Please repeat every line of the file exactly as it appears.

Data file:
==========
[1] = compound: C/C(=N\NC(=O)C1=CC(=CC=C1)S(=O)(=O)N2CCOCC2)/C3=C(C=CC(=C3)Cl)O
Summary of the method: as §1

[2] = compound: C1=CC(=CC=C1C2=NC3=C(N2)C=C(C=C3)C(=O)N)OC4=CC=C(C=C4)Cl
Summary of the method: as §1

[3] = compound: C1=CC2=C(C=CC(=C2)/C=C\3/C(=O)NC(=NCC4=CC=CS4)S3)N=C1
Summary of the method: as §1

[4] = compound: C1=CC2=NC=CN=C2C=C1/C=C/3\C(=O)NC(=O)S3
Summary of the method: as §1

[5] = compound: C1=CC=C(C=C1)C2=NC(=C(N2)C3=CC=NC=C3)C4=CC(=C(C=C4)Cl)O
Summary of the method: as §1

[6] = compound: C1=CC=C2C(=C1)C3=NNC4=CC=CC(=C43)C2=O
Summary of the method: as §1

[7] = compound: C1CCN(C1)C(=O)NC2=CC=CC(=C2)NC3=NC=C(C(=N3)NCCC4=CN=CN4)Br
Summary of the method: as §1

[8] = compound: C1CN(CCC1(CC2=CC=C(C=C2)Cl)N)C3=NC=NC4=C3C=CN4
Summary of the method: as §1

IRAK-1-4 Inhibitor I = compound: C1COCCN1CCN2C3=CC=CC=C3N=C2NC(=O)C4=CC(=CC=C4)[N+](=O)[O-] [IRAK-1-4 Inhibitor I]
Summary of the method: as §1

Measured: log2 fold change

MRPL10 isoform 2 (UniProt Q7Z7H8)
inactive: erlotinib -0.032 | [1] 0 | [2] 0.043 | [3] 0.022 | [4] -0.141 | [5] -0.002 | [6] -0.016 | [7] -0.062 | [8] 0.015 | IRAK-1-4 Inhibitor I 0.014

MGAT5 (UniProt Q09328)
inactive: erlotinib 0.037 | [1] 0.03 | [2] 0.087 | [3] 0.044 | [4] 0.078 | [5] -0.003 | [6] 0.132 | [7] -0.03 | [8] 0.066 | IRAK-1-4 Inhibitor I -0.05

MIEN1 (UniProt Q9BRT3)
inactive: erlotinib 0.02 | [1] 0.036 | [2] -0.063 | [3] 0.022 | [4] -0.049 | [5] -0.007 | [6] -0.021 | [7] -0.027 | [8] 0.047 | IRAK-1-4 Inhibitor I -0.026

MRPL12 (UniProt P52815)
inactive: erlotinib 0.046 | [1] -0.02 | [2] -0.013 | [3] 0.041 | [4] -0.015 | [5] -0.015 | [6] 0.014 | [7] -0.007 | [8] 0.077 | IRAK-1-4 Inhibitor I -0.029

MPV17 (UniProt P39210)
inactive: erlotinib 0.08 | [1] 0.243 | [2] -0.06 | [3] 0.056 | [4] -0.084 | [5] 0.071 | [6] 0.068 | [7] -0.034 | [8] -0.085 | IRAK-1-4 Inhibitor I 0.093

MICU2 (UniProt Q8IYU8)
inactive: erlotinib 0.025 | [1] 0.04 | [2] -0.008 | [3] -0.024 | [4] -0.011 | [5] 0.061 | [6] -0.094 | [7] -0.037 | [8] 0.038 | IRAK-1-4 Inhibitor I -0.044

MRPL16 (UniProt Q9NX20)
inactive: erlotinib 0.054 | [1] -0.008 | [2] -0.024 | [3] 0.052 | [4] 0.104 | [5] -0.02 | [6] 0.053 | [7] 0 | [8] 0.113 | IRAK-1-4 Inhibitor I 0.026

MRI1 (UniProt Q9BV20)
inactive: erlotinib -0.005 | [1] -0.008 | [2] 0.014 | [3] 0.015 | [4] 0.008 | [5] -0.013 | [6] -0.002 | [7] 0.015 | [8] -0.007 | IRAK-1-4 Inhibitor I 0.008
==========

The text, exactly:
[1] = compound: C/C(=N\NC(=O)C1=CC(=CC=C1)S(=O)(=O)N2CCOCC2)/C3=C(C=CC(=C3)Cl)O
Summary of the method: as §1

[2] = compound: C1=CC(=CC=C1C2=NC3=C(N2)C=C(C=C3)C(=O)N)OC4=CC=C(C=C4)Cl
Summary of the method: as §1

[3] = compound: C1=CC2=C(C=CC(=C2)/C=C\3/C(=O)NC(=NCC4=CC=CS4)S3)N=C1
Summary of the method: as §1

[4] = compound: C1=CC2=NC=CN=C2C=C1/C=C/3\C(=O)NC(=O)S3
Summary of the method: as §1

[5] = compound: C1=CC=C(C=C1)C2=NC(=C(N2)C3=CC=NC=C3)C4=CC(=C(C=C4)Cl)O
Summary of the method: as §1

[6] = compound: C1=CC=C2C(=C1)C3=NNC4=CC=CC(=C43)C2=O
Summary of the method: as §1

[7] = compound: C1CCN(C1)C(=O)NC2=CC=CC(=C2)NC3=NC=C(C(=N3)NCCC4=CN=CN4)Br
Summary of the method: as §1

[8] = compound: C1CN(CCC1(CC2=CC=C(C=C2)Cl)N)C3=NC=NC4=C3C=CN4
Summary of the method: as §1

IRAK-1-4 Inhibitor I = compound: C1COCCN1CCN2C3=CC=CC=C3N=C2NC(=O)C4=CC(=CC=C4)[N+](=O)[O-] [IRAK-1-4 Inhibitor I]
Summary of the method: as §1

Measured: log2 fold change

MRPL10 isoform 2 (UniProt Q7Z7H8)
inactive: erlotinib -0.032 | [1] 0 | [2] 0.043 | [3] 0.022 | [4] -0.141 | [5] -0.002 | [6] -0.016 | [7] -0.062 | [8] 0.015 | IRAK-1-4 Inhibitor I 0.014

MGAT5 (UniProt Q09328)
inactive: erlotinib 0.037 | [1] 0.03 | [2] 0.087 | [3] 0.044 | [4] 0.078 | [5] -0.003 | [6] 0.132 | [7] -0.03 | [8] 0.066 | IRAK-1-4 Inhibitor I -0.05

MIEN1 (UniProt Q9BRT3)
inactive: erlotinib 0.02 | [1] 0.036 | [2] -0.063 | [3] 0.022 | [4] -0.049 | [5] -0.007 | [6] -0.021 | [7] -0.027 | [8] 0.047 | IRAK-1-4 Inhibitor I -0.026

MRPL12 (UniProt P52815)
inactive: erlotinib 0.046 | [1] -0.02 | [2] -0.013 | [3] 0.041 | [4] -0.015 | [5] -0.015 | [6] 0.014 | [7] -0.007 | [8] 0.077 | IRAK-1-4 Inhibitor I -0.029

MPV17 (UniProt P39210)
inactive: erlotinib 0.08 | [1] 0.243 | [2] -0.06 | [3] 0.056 | [4] -0.084 | [5] 0.071 | [6] 0.068 | [7] -0.034 | [8] -0.085 | IRAK-1-4 Inhibitor I 0.093

MICU2 (UniProt Q8IYU8)
inactive: erlotinib 0.025 | [1] 0.04 | [2] -0.008 | [3] -0.024 | [4] -0.011 | [5] 0.061 | [6] -0.094 | [7] -0.037 | [8] 0.038 | IRAK-1-4 Inhibitor I -0.044

MRPL16 (UniProt Q9NX20)
inactive: erlotinib 0.054 | [1] -0.008 | [2] -0.024 | [3] 0.052 | [4] 0.104 | [5] -0.02 | [6] 0.053 | [7] 0 | [8] 0.113 | IRAK-1-4 Inhibitor I 0.026

MRI1 (UniProt Q9BV20)
inactive: erlotinib -0.005 | [1] -0.008 | [2] 0.014 | [3] 0.015 | [4] 0.008 | [5] -0.013 | [6] -0.002 | [7] 0.015 | [8] -0.007 | IRAK-1-4 Inhibitor I 0.008